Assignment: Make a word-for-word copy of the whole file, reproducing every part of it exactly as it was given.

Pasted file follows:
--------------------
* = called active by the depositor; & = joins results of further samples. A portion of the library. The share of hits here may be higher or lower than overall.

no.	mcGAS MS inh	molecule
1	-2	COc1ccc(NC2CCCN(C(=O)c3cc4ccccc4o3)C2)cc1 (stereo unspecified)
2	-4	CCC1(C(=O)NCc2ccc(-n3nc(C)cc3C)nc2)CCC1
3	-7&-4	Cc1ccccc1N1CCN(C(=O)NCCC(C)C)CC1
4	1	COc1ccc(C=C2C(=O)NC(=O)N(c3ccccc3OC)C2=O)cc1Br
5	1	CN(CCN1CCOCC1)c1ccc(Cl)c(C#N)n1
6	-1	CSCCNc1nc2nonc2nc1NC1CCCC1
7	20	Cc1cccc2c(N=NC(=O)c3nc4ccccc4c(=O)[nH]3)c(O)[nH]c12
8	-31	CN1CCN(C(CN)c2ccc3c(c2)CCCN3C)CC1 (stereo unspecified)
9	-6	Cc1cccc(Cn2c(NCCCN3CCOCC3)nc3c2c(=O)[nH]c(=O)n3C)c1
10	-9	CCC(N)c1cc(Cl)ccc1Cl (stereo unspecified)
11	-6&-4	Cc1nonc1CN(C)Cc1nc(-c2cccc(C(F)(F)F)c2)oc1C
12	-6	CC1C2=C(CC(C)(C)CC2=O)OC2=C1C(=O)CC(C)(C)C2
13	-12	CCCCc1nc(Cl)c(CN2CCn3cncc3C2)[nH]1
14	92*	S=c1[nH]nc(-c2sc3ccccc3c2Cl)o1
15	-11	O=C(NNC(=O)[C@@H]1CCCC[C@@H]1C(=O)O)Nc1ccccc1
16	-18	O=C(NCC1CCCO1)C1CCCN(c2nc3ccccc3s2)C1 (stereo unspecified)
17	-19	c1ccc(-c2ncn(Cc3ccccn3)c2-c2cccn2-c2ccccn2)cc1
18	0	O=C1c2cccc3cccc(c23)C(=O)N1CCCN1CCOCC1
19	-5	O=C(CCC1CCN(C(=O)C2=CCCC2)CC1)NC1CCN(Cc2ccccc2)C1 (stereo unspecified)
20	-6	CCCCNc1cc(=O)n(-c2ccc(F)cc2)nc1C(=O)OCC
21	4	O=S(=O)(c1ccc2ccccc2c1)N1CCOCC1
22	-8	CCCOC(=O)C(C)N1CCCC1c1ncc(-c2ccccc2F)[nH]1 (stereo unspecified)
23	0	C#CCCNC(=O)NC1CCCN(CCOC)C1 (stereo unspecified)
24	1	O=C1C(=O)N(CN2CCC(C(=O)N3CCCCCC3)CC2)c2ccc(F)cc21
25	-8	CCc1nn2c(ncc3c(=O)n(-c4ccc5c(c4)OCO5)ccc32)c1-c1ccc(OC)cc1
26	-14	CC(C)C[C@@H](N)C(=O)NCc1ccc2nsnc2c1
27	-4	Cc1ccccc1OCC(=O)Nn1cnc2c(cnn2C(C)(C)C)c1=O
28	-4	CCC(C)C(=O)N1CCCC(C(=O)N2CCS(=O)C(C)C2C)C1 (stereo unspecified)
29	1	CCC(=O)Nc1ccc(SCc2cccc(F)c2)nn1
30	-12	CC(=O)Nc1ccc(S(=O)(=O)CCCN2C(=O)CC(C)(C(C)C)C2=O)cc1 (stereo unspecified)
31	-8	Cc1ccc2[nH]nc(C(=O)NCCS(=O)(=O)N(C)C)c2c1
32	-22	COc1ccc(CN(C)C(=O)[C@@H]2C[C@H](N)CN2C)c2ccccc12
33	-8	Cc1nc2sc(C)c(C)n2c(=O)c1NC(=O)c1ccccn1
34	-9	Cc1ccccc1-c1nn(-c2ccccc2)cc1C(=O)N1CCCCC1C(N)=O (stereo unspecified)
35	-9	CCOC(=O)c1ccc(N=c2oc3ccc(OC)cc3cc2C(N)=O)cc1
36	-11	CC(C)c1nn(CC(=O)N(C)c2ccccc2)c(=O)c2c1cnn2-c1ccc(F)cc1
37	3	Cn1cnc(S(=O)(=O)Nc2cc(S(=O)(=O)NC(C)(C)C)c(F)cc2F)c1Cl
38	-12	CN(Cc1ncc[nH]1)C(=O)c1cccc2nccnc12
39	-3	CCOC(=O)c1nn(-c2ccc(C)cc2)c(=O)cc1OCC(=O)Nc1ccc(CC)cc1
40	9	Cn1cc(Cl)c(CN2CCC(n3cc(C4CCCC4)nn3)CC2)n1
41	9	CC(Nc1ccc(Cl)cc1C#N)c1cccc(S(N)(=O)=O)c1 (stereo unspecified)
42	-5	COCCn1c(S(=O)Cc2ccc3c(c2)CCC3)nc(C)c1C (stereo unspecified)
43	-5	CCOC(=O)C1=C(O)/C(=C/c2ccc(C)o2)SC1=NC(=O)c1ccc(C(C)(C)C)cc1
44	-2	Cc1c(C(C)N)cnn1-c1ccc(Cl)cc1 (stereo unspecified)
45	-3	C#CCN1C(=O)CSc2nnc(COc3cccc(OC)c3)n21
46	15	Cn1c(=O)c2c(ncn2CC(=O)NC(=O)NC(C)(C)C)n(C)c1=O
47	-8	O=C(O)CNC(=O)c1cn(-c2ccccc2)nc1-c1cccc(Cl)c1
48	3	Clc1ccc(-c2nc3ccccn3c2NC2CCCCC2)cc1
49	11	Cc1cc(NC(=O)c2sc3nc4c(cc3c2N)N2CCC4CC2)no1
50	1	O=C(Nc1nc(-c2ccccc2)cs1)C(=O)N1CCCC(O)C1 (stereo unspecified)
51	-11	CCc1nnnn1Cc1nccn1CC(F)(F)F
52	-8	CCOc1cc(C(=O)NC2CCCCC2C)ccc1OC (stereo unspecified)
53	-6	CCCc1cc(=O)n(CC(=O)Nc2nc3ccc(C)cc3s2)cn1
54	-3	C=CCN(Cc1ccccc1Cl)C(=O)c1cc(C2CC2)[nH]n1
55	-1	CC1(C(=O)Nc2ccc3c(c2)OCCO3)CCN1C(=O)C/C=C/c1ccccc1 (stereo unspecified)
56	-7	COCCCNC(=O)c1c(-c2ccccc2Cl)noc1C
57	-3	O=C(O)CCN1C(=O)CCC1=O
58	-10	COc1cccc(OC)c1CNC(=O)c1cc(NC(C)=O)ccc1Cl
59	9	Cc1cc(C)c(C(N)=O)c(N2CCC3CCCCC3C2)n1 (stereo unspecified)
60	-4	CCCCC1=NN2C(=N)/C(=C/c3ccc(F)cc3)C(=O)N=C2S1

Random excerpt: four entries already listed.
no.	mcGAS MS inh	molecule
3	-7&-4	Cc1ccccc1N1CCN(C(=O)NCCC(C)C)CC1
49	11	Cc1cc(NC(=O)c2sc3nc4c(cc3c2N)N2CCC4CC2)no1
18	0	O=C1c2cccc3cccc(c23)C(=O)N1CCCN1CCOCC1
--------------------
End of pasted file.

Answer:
* = called active by the depositor; & = joins results of further samples. A portion of the library. The share of hits here may be higher or lower than overall.

no.	mcGAS MS inh	molecule
1	-2	COc1ccc(NC2CCCN(C(=O)c3cc4ccccc4o3)C2)cc1 (stereo unspecified)
2	-4	CCC1(C(=O)NCc2ccc(-n3nc(C)cc3C)nc2)CCC1
3	-7&-4	Cc1ccccc1N1CCN(C(=O)NCCC(C)C)CC1
4	1	COc1ccc(C=C2C(=O)NC(=O)N(c3ccccc3OC)C2=O)cc1Br
5	1	CN(CCN1CCOCC1)c1ccc(Cl)c(C#N)n1
6	-1	CSCCNc1nc2nonc2nc1NC1CCCC1
7	20	Cc1cccc2c(N=NC(=O)c3nc4ccccc4c(=O)[nH]3)c(O)[nH]c12
8	-31	CN1CCN(C(CN)c2ccc3c(c2)CCCN3C)CC1 (stereo unspecified)
9	-6	Cc1cccc(Cn2c(NCCCN3CCOCC3)nc3c2c(=O)[nH]c(=O)n3C)c1
10	-9	CCC(N)c1cc(Cl)ccc1Cl (stereo unspecified)
11	-6&-4	Cc1nonc1CN(C)Cc1nc(-c2cccc(C(F)(F)F)c2)oc1C
12	-6	CC1C2=C(CC(C)(C)CC2=O)OC2=C1C(=O)CC(C)(C)C2
13	-12	CCCCc1nc(Cl)c(CN2CCn3cncc3C2)[nH]1
14	92*	S=c1[nH]nc(-c2sc3ccccc3c2Cl)o1
15	-11	O=C(NNC(=O)[C@@H]1CCCC[C@@H]1C(=O)O)Nc1ccccc1
16	-18	O=C(NCC1CCCO1)C1CCCN(c2nc3ccccc3s2)C1 (stereo unspecified)
17	-19	c1ccc(-c2ncn(Cc3ccccn3)c2-c2cccn2-c2ccccn2)cc1
18	0	O=C1c2cccc3cccc(c23)C(=O)N1CCCN1CCOCC1
19	-5	O=C(CCC1CCN(C(=O)C2=CCCC2)CC1)NC1CCN(Cc2ccccc2)C1 (stereo unspecified)
20	-6	CCCCNc1cc(=O)n(-c2ccc(F)cc2)nc1C(=O)OCC
21	4	O=S(=O)(c1ccc2ccccc2c1)N1CCOCC1
22	-8	CCCOC(=O)C(C)N1CCCC1c1ncc(-c2ccccc2F)[nH]1 (stereo unspecified)
23	0	C#CCCNC(=O)NC1CCCN(CCOC)C1 (stereo unspecified)
24	1	O=C1C(=O)N(CN2CCC(C(=O)N3CCCCCC3)CC2)c2ccc(F)cc21
25	-8	CCc1nn2c(ncc3c(=O)n(-c4ccc5c(c4)OCO5)ccc32)c1-c1ccc(OC)cc1
26	-14	CC(C)C[C@@H](N)C(=O)NCc1ccc2nsnc2c1
27	-4	Cc1ccccc1OCC(=O)Nn1cnc2c(cnn2C(C)(C)C)c1=O
28	-4	CCC(C)C(=O)N1CCCC(C(=O)N2CCS(=O)C(C)C2C)C1 (stereo unspecified)
29	1	CCC(=O)Nc1ccc(SCc2cccc(F)c2)nn1
30	-12	CC(=O)Nc1ccc(S(=O)(=O)CCCN2C(=O)CC(C)(C(C)C)C2=O)cc1 (stereo unspecified)
31	-8	Cc1ccc2[nH]nc(C(=O)NCCS(=O)(=O)N(C)C)c2c1
32	-22	COc1ccc(CN(C)C(=O)[C@@H]2C[C@H](N)CN2C)c2ccccc12
33	-8	Cc1nc2sc(C)c(C)n2c(=O)c1NC(=O)c1ccccn1
34	-9	Cc1ccccc1-c1nn(-c2ccccc2)cc1C(=O)N1CCCCC1C(N)=O (stereo unspecified)
35	-9	CCOC(=O)c1ccc(N=c2oc3ccc(OC)cc3cc2C(N)=O)cc1
36	-11	CC(C)c1nn(CC(=O)N(C)c2ccccc2)c(=O)c2c1cnn2-c1ccc(F)cc1
37	3	Cn1cnc(S(=O)(=O)Nc2cc(S(=O)(=O)NC(C)(C)C)c(F)cc2F)c1Cl
38	-12	CN(Cc1ncc[nH]1)C(=O)c1cccc2nccnc12
39	-3	CCOC(=O)c1nn(-c2ccc(C)cc2)c(=O)cc1OCC(=O)Nc1ccc(CC)cc1
40	9	Cn1cc(Cl)c(CN2CCC(n3cc(C4CCCC4)nn3)CC2)n1
41	9	CC(Nc1ccc(Cl)cc1C#N)c1cccc(S(N)(=O)=O)c1 (stereo unspecified)
42	-5	COCCn1c(S(=O)Cc2ccc3c(c2)CCC3)nc(C)c1C (stereo unspecified)
43	-5	CCOC(=O)C1=C(O)/C(=C/c2ccc(C)o2)SC1=NC(=O)c1ccc(C(C)(C)C)cc1
44	-2	Cc1c(C(C)N)cnn1-c1ccc(Cl)cc1 (stereo unspecified)
45	-3	C#CCN1C(=O)CSc2nnc(COc3cccc(OC)c3)n21
46	15	Cn1c(=O)c2c(ncn2CC(=O)NC(=O)NC(C)(C)C)n(C)c1=O
47	-8	O=C(O)CNC(=O)c1cn(-c2ccccc2)nc1-c1cccc(Cl)c1
48	3	Clc1ccc(-c2nc3ccccn3c2NC2CCCCC2)cc1
49	11	Cc1cc(NC(=O)c2sc3nc4c(cc3c2N)N2CCC4CC2)no1
50	1	O=C(Nc1nc(-c2ccccc2)cs1)C(=O)N1CCCC(O)C1 (stereo unspecified)
51	-11	CCc1nnnn1Cc1nccn1CC(F)(F)F
52	-8	CCOc1cc(C(=O)NC2CCCCC2C)ccc1OC (stereo unspecified)
53	-6	CCCc1cc(=O)n(CC(=O)Nc2nc3ccc(C)cc3s2)cn1
54	-3	C=CCN(Cc1ccccc1Cl)C(=O)c1cc(C2CC2)[nH]n1
55	-1	CC1(C(=O)Nc2ccc3c(c2)OCCO3)CCN1C(=O)C/C=C/c1ccccc1 (stereo unspecified)
56	-7	COCCCNC(=O)c1c(-c2ccccc2Cl)noc1C
57	-3	O=C(O)CCN1C(=O)CCC1=O
58	-10	COc1cccc(OC)c1CNC(=O)c1cc(NC(C)=O)ccc1Cl
59	9	Cc1cc(C)c(C(N)=O)c(N2CCC3CCCCC3C2)n1 (stereo unspecified)
60	-4	CCCCC1=NN2C(=N)/C(=C/c3ccc(F)cc3)C(=O)N=C2S1

Random excerpt: four entries already listed.
no.	mcGAS MS inh	molecule
3	-7&-4	Cc1ccccc1N1CCN(C(=O)NCCC(C)C)CC1
49	11	Cc1cc(NC(=O)c2sc3nc4c(cc3c2N)N2CCC4CC2)no1
18	0	O=C1c2cccc3cccc(c23)C(=O)N1CCCN1CCOCC1